It’s no new news that you can study a ‘Game Of Thrones’ course in various university’s across America, but do you have what it takes to explore the deepest, darkest secrets of the Seven Kingdoms?
As a student, you will learn in depth about what made George RR Martin’s ‘A Song Of Ice and Fire’ novels so popular, the skill of world building, historical roots of fantasy with a contemporary twist of audience engagement and the balance between literary representation and televisual representation.
Yep, this course goes deep, you don’t just have to know what a Stark is i’m afraid!
Why don’t you read the full core syllabus:
A regent explains the governing ethos of the hit TV series Game of Thrones this way: “you win or you die.” The novels and television series, however, is invested in more than these grim absolutes. George R. R. Martin has been described as an American Tolkien. Martin’s fiction certainly shares the epic sensibility, broad landscapes, regional and geographic particularities, and richly varied social contracts as seen in the Lord of the Rings trilogy. In many ways, however, Martin’s five book series A Song of Ice and Fire is far more than America’s answer to Tolkien’s work. His work has transcended the boundaries of traditional sword and sorcery fantasy to appeal to a far broader, yet similarly devoted, audience. This class will use the work of Martin (one novel and many episodes of the HBO series) to explore the notions of literary and visual representation (How does a character in the text come to life on screen?), racialism (Is Martin’s view of race and region indebted to Tolkien’s or does it exceed it?), fan fiction (Why were so many viewers outraged by The Red Wedding? Why does the series prompt such loyalty?), and gendered dimensions of power (How do women in the series exert control over their own lives and the lives of others?). This course will carefully assess one of Martin’s written works, while paying close attention to the strategies HBO uses to bring it to a mass audience. We will consider a range of aspects of the text and television series including characterization, geography, racial and cultural allegory, resistant conclusions, promiscuous identification and other concepts.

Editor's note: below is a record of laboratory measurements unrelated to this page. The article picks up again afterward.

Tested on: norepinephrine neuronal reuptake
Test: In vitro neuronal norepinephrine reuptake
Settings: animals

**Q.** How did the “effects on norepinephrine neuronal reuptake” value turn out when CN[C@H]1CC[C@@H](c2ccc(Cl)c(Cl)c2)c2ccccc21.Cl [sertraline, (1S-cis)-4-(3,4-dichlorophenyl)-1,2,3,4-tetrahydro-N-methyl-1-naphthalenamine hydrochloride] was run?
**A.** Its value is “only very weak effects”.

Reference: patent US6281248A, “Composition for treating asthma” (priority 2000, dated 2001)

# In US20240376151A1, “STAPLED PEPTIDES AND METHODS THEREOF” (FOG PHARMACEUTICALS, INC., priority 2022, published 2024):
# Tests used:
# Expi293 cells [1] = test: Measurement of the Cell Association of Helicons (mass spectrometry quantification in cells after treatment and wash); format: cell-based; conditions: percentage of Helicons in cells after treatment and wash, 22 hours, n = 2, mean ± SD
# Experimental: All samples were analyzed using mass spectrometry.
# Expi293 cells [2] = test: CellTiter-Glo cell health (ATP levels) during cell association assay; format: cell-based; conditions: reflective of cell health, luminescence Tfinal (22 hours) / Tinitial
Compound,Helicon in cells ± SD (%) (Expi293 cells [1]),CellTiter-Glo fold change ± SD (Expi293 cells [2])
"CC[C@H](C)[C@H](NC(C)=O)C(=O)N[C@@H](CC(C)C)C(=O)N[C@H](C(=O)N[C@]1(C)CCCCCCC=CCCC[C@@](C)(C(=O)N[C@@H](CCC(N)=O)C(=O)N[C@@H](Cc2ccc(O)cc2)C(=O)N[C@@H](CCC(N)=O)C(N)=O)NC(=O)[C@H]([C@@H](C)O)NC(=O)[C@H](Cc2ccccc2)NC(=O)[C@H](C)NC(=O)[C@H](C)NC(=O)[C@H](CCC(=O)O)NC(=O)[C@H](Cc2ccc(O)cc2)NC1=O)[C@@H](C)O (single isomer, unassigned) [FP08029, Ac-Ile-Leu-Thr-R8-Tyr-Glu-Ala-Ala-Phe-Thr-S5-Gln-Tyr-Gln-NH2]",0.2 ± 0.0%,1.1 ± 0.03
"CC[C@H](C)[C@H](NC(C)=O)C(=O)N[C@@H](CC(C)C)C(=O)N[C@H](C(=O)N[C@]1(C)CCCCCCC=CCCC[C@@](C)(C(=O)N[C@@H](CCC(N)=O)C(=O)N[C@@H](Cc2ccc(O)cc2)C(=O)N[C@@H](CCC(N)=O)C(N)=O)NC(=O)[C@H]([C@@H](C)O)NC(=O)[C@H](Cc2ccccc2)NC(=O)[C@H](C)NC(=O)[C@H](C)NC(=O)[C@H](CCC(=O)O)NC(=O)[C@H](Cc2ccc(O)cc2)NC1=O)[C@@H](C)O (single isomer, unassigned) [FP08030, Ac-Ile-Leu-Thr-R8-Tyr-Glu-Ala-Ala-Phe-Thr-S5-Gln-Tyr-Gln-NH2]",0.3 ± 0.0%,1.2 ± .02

Read the core question below! If you answer all of them right that what are you waiting for… Apply Now!
How does Martin’s work build upon previous epic fictions?
How does it generate audience loyalty?
In what ways does Martin’s mythology inspire deep and careful reading?
How has the HBO representation engaged that process in its interpretations?
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